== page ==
11. Speak at an appropriate distance (3"-8"). Keep your mic at least at least a few feet away from a wall or corner. The capsule of the mic should face your mouth directly Use foam acoustic treatment panels to reduce wall reflections. (Pillow or blankets as an alternative) Stay still while speaking ; don't move or sway too much. Use a wind screen or pop filter to block plosives. If mic vibrations are a problem, use a shock mount. Processing the vocals with plugins like High-Pass Filter, Expander, Compressor and maybe a De-Esser can help. REAPER is a free to evaluate DAW. REAPER also has Reaplugs (free plugins that work with OBS). And with VB-Audio Cable, vocals can be sent through the DAW, into the cable, and into your audio input. Also, buying a dynamic mic instead of a condenser will NOT reduce background noise. And, in most cases, buying a new interface or pre-amp will NOT improve sound quality. Many people new into audio think the problem with their recordings is that they need to buy more expensive gear but the truth is that their recording technique needs a lot of work, and they're not properly setting up their recording environment.
  12. Yeah. I'm just sort of surprised that people in the PC community (and even reviewers like Linus and others) know a lot about desktops. Nobody would suggest putting a GTX 2080 Ti in a HTPC build for example. But they don't seem to realize that putting an entire compuer into a tiny bubble mailer envelope sized chassis with no vents isn't a good idea.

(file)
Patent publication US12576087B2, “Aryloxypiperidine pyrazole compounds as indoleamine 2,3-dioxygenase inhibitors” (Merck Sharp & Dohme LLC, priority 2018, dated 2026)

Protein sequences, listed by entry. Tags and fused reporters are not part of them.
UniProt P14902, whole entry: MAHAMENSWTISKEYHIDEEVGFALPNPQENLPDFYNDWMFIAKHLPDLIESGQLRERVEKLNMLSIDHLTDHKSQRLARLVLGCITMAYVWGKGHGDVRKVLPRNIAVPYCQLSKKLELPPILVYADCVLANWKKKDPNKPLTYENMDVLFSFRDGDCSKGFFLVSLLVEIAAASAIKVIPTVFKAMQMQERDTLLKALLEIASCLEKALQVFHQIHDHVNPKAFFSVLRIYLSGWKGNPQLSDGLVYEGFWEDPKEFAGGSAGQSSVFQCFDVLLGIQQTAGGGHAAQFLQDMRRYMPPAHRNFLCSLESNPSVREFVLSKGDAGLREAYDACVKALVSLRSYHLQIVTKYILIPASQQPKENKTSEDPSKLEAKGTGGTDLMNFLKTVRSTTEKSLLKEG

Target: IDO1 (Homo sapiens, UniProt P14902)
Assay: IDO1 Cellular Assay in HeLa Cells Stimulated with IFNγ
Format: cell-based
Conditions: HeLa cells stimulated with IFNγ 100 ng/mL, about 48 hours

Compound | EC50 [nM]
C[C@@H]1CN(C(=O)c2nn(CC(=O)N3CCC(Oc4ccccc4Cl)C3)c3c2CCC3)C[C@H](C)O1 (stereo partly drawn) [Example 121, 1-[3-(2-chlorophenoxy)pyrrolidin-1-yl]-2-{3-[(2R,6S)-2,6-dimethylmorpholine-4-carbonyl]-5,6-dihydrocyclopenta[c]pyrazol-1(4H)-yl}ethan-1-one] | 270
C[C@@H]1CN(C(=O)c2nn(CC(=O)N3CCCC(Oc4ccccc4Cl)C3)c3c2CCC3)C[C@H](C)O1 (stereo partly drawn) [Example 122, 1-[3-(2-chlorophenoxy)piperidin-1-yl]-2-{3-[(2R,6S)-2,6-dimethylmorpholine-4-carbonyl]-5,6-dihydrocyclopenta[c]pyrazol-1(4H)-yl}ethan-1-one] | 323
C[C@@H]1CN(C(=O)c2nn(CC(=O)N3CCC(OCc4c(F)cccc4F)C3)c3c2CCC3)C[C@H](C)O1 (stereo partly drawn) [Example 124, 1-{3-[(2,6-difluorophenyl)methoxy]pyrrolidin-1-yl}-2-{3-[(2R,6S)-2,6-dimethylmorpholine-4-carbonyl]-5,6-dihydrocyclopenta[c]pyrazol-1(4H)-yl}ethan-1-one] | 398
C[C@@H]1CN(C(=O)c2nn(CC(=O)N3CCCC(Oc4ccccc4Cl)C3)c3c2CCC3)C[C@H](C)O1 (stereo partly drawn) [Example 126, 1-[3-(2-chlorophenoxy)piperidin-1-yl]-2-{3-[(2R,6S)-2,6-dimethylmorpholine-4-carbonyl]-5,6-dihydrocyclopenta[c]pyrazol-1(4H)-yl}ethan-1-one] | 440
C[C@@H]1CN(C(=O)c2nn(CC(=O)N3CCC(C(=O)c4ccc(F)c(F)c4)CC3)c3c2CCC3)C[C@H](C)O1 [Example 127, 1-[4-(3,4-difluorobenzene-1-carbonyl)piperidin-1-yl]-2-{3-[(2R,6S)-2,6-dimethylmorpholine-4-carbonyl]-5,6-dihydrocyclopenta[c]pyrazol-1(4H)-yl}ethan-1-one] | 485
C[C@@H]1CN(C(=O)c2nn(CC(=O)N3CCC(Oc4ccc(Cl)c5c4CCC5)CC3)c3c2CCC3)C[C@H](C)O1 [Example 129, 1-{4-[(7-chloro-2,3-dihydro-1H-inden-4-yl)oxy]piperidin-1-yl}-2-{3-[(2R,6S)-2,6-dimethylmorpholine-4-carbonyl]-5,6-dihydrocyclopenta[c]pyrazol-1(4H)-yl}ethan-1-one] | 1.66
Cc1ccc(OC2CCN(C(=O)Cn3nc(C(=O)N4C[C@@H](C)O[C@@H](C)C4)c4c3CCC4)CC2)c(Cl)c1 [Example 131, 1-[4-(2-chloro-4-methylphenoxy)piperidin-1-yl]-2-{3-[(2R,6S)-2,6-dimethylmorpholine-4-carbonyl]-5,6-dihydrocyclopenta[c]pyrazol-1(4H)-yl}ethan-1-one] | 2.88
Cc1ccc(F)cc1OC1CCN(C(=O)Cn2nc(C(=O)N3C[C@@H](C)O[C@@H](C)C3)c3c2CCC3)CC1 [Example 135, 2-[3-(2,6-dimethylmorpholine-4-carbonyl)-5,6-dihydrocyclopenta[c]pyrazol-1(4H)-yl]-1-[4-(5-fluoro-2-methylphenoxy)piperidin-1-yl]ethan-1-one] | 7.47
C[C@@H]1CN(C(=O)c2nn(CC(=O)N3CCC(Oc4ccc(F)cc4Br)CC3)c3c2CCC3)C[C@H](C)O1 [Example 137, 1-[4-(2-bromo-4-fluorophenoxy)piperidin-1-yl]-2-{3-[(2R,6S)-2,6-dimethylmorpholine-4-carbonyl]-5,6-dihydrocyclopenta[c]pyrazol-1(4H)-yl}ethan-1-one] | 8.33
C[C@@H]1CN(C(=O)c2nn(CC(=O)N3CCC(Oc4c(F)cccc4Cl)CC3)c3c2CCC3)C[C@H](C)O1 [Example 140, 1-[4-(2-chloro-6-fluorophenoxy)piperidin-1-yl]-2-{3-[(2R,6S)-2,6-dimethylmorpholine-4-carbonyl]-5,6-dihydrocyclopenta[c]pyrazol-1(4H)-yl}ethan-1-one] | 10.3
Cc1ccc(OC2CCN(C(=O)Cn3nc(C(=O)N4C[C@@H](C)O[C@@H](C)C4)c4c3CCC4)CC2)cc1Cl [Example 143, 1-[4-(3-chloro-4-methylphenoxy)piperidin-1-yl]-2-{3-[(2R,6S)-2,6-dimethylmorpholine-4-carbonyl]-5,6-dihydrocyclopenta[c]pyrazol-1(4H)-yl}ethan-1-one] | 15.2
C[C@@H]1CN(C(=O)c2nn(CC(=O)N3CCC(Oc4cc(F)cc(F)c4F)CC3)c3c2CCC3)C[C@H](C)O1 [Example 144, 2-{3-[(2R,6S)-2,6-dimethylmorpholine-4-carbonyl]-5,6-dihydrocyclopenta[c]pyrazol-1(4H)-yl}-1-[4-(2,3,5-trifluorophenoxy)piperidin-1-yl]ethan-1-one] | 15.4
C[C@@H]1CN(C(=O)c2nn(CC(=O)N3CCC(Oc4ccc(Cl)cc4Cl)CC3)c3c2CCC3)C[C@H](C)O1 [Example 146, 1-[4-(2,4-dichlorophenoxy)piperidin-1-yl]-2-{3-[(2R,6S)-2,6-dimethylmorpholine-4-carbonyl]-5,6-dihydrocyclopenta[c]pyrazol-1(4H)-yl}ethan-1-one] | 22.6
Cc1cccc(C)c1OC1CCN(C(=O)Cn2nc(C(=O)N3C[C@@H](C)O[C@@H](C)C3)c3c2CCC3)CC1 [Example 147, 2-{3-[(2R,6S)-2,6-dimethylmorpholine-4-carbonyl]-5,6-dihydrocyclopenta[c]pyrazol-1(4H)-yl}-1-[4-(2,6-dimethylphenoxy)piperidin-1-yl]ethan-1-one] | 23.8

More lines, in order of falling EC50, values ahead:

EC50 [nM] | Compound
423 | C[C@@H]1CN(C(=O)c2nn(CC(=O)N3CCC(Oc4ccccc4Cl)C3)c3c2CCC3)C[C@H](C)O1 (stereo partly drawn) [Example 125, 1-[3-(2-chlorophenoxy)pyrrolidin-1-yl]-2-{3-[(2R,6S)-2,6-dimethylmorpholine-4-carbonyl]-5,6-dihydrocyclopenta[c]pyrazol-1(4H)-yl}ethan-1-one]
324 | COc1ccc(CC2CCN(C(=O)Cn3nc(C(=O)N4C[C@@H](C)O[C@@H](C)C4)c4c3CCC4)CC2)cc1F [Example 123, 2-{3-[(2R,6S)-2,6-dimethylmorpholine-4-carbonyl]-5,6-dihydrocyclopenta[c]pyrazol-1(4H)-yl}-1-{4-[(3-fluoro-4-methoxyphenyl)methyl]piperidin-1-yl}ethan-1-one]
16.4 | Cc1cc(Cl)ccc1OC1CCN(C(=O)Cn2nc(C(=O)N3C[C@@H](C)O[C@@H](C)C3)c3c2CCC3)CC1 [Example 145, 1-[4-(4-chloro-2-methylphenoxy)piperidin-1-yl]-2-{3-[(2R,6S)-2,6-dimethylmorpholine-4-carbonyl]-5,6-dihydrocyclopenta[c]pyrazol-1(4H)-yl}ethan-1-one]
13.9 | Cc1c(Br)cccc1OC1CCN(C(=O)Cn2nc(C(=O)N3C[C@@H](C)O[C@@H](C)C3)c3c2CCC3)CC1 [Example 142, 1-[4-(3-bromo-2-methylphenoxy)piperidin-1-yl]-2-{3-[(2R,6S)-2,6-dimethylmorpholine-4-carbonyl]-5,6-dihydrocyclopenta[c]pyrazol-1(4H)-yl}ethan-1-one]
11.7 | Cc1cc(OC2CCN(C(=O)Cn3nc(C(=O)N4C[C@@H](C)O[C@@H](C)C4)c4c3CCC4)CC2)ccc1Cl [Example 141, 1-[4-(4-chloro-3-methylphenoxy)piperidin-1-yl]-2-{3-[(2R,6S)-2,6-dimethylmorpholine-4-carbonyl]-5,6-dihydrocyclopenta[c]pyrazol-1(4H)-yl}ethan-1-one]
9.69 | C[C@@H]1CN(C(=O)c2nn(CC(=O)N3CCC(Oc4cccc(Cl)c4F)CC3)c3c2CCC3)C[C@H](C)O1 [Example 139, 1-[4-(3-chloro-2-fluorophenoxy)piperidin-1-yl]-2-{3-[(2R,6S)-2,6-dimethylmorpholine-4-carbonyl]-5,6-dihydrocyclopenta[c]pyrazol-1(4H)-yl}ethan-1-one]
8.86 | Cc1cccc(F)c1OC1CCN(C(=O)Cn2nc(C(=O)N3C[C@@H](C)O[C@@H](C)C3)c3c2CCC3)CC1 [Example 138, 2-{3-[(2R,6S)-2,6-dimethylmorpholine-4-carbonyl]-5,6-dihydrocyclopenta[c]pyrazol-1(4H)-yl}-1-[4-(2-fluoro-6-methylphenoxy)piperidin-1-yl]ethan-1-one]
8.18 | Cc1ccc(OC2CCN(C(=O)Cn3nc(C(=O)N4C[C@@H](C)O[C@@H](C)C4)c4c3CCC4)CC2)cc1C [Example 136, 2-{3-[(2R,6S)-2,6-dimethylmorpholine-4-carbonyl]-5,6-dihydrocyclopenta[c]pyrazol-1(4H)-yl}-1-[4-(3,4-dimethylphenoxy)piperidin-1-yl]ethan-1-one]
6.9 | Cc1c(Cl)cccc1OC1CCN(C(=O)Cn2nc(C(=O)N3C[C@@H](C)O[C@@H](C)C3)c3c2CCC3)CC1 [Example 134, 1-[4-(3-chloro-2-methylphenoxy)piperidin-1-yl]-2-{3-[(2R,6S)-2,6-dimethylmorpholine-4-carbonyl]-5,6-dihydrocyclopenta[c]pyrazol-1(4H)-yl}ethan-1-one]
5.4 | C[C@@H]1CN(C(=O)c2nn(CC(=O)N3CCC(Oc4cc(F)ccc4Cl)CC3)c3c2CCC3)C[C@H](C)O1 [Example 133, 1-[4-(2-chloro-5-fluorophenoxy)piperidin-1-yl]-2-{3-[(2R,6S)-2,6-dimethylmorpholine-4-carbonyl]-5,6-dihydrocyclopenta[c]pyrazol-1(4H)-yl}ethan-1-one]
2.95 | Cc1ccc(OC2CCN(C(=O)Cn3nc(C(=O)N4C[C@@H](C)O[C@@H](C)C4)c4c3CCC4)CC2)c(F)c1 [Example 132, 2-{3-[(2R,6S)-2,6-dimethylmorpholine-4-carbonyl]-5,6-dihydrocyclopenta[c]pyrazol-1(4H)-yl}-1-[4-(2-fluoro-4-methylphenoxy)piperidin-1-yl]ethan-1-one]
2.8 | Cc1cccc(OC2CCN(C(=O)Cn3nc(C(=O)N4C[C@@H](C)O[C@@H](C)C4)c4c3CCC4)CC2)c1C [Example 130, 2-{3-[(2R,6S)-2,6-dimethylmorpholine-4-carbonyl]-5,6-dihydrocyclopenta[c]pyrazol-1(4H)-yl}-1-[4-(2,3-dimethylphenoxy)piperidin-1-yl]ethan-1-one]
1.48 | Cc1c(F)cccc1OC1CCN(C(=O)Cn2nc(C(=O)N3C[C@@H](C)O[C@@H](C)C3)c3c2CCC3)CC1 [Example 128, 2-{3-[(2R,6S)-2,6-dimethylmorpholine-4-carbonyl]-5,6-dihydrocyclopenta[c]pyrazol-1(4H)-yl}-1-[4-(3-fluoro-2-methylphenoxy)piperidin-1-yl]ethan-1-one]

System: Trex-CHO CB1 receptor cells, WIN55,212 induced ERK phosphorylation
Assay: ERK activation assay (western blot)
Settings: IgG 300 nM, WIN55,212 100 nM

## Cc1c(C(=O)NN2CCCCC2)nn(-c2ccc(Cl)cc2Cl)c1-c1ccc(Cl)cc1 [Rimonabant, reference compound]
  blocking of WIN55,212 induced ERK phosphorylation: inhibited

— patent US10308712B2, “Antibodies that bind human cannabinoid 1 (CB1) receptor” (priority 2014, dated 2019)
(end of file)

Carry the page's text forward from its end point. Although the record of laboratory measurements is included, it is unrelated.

13. Aluminum disperses heat, so an aluminum chassis can sort of act like a heatsink and help cooling. However, it is not an alternative to actually having good thermal design and ventilation.
  14. Updating this for July 2019. This is just one benchmark site and there are others but this list may help put things in perspective: RTX 2080 Ti - 592% GTX 1080 Ti - 450% RTX 2080 - 445% Radeon VII - 421% RTX 2070 - 381% GTX 1080 - 362% RX Vega 64 - 356% RX Vega Frontier - 343% GTX 1070 Ti - 336% RX Vega 56 - 326% RTX 2060 - 316% GTX 1070 - 290% GTX 1660 Ti - 270% GTX 1660 - 238% RX 590 - 235% GTX 1060 (6GB) - 208% RX 580 - 207% GTX 1060 (3GB) - 195% RX 480 - 193% RX 570 - 181% RX 470 - 168% GTX 1650 - 152% GTX 1050 Ti - 113% GTX 1050 - 100% And here's the minor leagues: RTX 2080 Ti - 2510% GTX 1050 - 424% Vega 11 - 259% GT 1030 - 231% MX 150 - 224% MX 130 - 147% UHD 630 - 114% Vega 8 - 168% Vega 6 - 111% UHD 620 - 100%